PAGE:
The first week of the farm share box was met with great anticipation. I was new to staying at home and unpacking a corrugated surprise package of local produce was downright riveting. When the second share arrived, I folded back the flaps with a little less enthusiasm. The box revealed a bounty of curly leaf lettuce, an assertive bunch of scallions, and enough parsley to last nearly a lifetime. There were plenty of spunky radishes and fistfuls of Popeye-approved spinach. Toward the bottom, some roly-poly onions collided head-on with a sizable purple cabbage and one stray carrot. Feeling curmudgeonly grateful, I was disappointed. Conspicuous in its absence, I had hoped to find a handful of early rhubarb, just itching to find the nearest pie plate.
As April unfurls, I’m hearing a universal sentiment voiced amongst my pie pals. Now that the novelty of sheltering in place has become curiously ordinary, we’ve hit a stay-at-home wall. We struggle to play nice with housemates who are perfectly agreeable folks under other circumstances. We are challenged by what is (and isn’t) in the refrigerator. Unidentified freezer burn Ziploc bags provide a common source of irritation. Personally, I’m growing weary of getting clunked on the head from free-falling cans of tuna fish. Those near-miss concussions are probably there to knock some sense into me, reminding me things could be far worse.
My parents and grandparents had a fondness for reminding me all too often, “When you have your health, you have everything.” I don’t recall paying much attention to their mantra, preferring to coast through childhood and adolescence in a bubble of smarty-pants ignorance. Plagues were a thing of the past, depicted in biblical films starring Charlton Heston and Yul Brynner. Spanish influenza took its toll on characters stuck in serial costume dramas, aired on our local PBS channel. Face masks and gloves were reserved for John Wayne movies and the Wild, Wild, West; not for leaving the house.
Attempting to choreograph a farm share’s worth of produce into the confines of a refrigerator takes time and patience. I have plenty of the former and not enough of the latter. It also brings me up close and personal with the ‘use by’ dates flaunted across perishables. This provides a not-so-subtle reminder that I am standing smack dab in the week that was supposed to be different. My calendar earmarks this week as one slated for travel and featuring far more cake than pie. It was a week dedicated to special birthdays and happily-ever-afters. My baking mise en place called for enough butter, sugar, flour, and eggs to yield a multi-tiered, multi-flavored confection. One cake was all about chocolate and one cake was for lovers of almond. And still another cake was slated for drifts of coconut, room for candles and the accompaniment of off-key singers. Although I dedicated a great deal of attention to the mathematics of large scale baking, I forgot to factor something into the equation. I forgot to consult with Life.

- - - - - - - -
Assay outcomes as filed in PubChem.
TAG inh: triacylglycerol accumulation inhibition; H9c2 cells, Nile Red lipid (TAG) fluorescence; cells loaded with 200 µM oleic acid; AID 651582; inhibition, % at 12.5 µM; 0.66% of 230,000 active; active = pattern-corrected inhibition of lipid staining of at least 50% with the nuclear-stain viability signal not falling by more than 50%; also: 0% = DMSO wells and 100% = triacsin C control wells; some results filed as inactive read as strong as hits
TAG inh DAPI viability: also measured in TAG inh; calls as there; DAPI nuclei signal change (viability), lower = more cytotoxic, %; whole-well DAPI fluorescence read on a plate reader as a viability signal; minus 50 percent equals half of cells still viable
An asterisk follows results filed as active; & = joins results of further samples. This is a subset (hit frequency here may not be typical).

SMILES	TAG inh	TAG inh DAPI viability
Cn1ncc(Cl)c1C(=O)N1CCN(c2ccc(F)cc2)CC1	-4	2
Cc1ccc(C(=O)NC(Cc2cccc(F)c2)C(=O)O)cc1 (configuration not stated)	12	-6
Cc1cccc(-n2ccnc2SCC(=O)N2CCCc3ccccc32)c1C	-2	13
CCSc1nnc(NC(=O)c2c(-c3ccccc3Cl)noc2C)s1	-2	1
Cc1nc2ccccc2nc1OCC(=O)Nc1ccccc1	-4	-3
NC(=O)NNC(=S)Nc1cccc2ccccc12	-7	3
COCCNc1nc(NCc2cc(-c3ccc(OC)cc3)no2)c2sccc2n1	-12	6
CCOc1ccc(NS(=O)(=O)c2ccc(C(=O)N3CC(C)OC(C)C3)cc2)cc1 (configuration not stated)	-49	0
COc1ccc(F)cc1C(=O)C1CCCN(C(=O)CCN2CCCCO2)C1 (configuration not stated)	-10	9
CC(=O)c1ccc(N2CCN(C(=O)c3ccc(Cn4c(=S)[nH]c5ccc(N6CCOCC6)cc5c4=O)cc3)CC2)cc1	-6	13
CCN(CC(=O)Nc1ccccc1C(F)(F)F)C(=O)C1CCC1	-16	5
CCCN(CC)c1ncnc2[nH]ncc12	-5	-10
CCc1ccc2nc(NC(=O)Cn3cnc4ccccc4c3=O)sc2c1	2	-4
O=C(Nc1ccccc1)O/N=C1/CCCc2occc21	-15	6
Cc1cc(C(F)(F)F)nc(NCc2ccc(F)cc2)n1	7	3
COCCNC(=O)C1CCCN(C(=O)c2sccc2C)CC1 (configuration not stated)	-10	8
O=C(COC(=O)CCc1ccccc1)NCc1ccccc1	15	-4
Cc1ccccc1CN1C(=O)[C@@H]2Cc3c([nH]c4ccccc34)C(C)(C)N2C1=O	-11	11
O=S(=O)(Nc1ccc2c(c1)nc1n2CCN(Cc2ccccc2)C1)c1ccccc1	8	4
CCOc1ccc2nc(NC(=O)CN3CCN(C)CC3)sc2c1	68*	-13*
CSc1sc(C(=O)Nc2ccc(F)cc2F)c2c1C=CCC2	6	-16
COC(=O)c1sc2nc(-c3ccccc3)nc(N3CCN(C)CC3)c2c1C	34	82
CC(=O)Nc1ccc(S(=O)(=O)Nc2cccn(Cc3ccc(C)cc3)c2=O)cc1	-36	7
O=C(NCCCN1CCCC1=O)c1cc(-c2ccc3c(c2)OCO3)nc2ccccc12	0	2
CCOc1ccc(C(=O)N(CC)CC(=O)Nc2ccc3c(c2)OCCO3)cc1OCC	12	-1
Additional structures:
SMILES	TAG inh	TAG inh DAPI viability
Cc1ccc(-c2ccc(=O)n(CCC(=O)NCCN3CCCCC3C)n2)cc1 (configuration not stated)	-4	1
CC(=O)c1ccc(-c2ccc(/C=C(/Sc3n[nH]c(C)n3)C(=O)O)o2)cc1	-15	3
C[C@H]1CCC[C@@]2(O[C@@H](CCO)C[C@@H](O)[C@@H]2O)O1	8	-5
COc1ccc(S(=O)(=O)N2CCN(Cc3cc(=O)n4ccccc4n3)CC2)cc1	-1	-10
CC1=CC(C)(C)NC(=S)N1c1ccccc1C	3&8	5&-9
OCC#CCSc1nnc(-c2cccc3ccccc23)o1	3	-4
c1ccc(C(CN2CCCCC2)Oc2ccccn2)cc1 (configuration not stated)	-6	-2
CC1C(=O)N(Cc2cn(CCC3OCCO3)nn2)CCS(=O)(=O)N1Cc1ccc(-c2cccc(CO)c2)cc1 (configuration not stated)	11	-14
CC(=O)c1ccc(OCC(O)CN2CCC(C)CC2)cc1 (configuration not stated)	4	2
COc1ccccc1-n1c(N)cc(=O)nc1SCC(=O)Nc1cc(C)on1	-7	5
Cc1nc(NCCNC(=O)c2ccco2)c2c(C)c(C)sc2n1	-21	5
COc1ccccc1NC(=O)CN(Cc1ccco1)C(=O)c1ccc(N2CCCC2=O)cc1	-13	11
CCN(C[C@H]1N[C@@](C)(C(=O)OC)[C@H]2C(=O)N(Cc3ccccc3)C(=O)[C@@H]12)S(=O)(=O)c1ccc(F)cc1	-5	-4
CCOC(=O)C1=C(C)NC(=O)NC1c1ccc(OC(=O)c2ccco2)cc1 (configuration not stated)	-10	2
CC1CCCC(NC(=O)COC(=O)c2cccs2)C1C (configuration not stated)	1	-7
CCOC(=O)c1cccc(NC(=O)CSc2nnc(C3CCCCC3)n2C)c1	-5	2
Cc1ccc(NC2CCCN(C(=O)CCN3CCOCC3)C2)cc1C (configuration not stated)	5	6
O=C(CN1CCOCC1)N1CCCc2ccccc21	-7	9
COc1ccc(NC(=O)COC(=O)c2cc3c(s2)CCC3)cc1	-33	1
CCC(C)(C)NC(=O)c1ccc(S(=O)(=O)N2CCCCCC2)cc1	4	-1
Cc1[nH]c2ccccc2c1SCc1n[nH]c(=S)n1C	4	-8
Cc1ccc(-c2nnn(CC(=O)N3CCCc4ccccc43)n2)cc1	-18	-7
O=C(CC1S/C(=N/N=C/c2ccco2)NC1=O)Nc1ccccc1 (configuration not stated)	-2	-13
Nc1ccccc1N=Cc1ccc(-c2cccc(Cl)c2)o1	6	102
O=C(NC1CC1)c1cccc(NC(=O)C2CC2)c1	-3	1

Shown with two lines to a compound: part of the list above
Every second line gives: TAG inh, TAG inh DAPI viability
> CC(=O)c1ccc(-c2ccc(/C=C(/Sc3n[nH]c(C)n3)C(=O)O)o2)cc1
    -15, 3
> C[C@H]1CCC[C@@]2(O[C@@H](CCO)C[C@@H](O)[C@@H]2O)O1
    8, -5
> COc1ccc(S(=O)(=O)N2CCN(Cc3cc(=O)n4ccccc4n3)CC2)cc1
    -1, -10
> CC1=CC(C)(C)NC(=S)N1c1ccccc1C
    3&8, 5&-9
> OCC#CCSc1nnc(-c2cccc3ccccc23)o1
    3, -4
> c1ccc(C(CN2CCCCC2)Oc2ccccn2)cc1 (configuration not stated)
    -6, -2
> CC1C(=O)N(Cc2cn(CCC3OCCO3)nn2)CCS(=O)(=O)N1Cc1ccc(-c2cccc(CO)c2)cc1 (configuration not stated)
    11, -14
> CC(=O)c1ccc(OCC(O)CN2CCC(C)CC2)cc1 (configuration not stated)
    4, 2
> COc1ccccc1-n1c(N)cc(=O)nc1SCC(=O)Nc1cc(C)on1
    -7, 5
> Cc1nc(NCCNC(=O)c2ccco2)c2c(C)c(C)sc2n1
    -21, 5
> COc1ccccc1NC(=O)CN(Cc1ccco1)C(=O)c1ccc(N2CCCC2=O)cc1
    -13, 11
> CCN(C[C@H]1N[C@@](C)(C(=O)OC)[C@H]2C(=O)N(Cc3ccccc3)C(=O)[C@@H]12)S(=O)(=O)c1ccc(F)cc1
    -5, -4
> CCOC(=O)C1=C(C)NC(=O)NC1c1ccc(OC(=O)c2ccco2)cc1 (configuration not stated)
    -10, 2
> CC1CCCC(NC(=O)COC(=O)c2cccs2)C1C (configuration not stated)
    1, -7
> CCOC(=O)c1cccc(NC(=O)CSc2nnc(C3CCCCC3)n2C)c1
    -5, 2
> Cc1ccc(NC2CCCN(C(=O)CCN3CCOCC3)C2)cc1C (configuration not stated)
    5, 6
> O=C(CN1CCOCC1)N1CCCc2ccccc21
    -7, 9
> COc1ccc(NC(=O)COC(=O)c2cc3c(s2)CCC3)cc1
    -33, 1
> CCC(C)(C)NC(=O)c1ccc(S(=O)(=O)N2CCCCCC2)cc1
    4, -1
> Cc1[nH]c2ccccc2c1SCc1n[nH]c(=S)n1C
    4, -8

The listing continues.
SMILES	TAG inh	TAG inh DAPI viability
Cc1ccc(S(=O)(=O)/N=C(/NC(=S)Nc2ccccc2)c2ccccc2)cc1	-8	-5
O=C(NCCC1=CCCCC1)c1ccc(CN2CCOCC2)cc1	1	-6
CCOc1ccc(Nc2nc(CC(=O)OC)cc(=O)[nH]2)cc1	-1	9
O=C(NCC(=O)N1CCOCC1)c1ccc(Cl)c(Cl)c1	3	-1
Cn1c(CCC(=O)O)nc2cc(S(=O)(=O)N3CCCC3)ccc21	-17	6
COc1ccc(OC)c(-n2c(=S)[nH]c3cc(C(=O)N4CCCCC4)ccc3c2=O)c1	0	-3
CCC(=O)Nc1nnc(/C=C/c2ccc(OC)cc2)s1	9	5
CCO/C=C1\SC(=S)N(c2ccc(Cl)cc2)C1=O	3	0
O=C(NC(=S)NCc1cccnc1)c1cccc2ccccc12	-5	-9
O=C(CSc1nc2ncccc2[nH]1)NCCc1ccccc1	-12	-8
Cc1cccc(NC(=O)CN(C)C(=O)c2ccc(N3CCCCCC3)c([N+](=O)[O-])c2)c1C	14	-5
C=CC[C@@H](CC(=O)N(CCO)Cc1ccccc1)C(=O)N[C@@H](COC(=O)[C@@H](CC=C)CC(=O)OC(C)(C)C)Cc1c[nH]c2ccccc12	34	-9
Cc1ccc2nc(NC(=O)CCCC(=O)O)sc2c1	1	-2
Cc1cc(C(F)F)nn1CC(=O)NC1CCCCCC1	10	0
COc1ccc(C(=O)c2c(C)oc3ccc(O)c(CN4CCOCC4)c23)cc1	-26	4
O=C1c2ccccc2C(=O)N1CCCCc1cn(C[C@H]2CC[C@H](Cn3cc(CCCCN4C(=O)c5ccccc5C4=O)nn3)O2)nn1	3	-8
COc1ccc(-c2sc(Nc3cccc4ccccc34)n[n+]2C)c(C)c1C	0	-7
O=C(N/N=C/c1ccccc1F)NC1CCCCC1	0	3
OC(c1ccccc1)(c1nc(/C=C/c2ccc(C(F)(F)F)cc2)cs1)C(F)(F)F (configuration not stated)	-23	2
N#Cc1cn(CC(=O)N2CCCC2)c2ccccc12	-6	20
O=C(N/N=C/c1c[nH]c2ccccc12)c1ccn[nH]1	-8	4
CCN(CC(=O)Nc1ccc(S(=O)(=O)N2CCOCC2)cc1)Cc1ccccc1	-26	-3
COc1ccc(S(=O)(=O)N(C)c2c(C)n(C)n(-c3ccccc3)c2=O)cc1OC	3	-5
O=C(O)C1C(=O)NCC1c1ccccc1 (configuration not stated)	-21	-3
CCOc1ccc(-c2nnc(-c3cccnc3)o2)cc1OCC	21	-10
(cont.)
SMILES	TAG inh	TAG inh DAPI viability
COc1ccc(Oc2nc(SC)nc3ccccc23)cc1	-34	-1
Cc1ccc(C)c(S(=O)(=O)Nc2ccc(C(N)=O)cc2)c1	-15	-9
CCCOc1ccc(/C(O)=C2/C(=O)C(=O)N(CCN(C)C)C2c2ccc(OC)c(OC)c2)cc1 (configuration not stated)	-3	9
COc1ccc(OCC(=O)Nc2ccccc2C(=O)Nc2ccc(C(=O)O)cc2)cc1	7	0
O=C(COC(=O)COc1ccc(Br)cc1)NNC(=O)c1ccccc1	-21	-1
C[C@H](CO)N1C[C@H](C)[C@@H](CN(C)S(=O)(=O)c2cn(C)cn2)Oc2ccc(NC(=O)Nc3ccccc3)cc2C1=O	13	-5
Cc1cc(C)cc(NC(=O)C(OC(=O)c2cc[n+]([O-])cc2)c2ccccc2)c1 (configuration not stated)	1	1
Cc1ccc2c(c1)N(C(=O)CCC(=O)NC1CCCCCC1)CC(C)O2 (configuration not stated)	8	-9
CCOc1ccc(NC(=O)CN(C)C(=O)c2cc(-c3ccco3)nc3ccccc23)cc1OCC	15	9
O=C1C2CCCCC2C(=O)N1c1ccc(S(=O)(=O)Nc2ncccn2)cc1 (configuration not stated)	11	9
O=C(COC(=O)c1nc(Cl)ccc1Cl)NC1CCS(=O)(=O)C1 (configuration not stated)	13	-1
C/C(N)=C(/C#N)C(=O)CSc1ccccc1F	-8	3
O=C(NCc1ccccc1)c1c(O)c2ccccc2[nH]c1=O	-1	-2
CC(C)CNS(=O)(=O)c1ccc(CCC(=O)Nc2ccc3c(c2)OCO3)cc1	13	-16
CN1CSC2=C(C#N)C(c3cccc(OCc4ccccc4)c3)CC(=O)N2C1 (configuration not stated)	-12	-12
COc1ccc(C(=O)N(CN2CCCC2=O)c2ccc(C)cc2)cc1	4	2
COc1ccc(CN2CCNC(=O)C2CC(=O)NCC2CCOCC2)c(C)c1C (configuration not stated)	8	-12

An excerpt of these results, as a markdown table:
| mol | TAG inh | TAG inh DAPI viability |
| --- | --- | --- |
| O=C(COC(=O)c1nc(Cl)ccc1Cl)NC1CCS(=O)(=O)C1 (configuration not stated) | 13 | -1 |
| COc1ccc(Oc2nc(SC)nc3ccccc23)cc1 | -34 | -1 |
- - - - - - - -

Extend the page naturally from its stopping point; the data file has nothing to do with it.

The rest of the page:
Life is the thing that sometimes gives you lemons that can easily, albeit begrudgingly, be squeezed into lemonade. Clearly, Life wasn’t listening when I casually asked for a few dozen lemons, just enough to yield a generous recipe of lemon curd. Life had other plans, gathering far too much citrus for a tall glass, or a wide-mouthed pitcher of lemonade. Instead, Life provided a tidal wave of lemons, more than enough to derail all plans.
With nothing but white space and a few Zoom cocktail hours on my calendar, I have plenty of time to circle the kitchen. The occasional crunch underfoot requires a casual sweep or a little vacuuming, or both. This feeble attempt at tidying is less about housekeeping and all about distraction. The stand mixer and paddle attachment offer a constant source of diversion, but today I’m fixated on the ruckus in the fridge. The warped crisper drawer is over-filled, refusing to close. My patience with one particular vegetable is wearing thin. “Someone oughta make a slaw outta you!” I scold the bulbous head of cabbage. The cabbage is nonplussed. Not feeling the slaw love at the moment, the multi-layered vegetable seems better suited to a vibrant soup. Tightening my grip on the cabbage, I do more damage to the off-kilter drawer. Setting the cabbage on the counter and eyeing him critically, I put the soup on hold. Crafty feels more appropriate right now as I strive to regain my footing. Having the rug pulled out from under your yet-to-be-worn-sensibly-heeled dance shoes alters your perspective. It certainly gives you a new and cautious appreciation for lemons.
Professional Pie-isms & Seasonal Sarcasm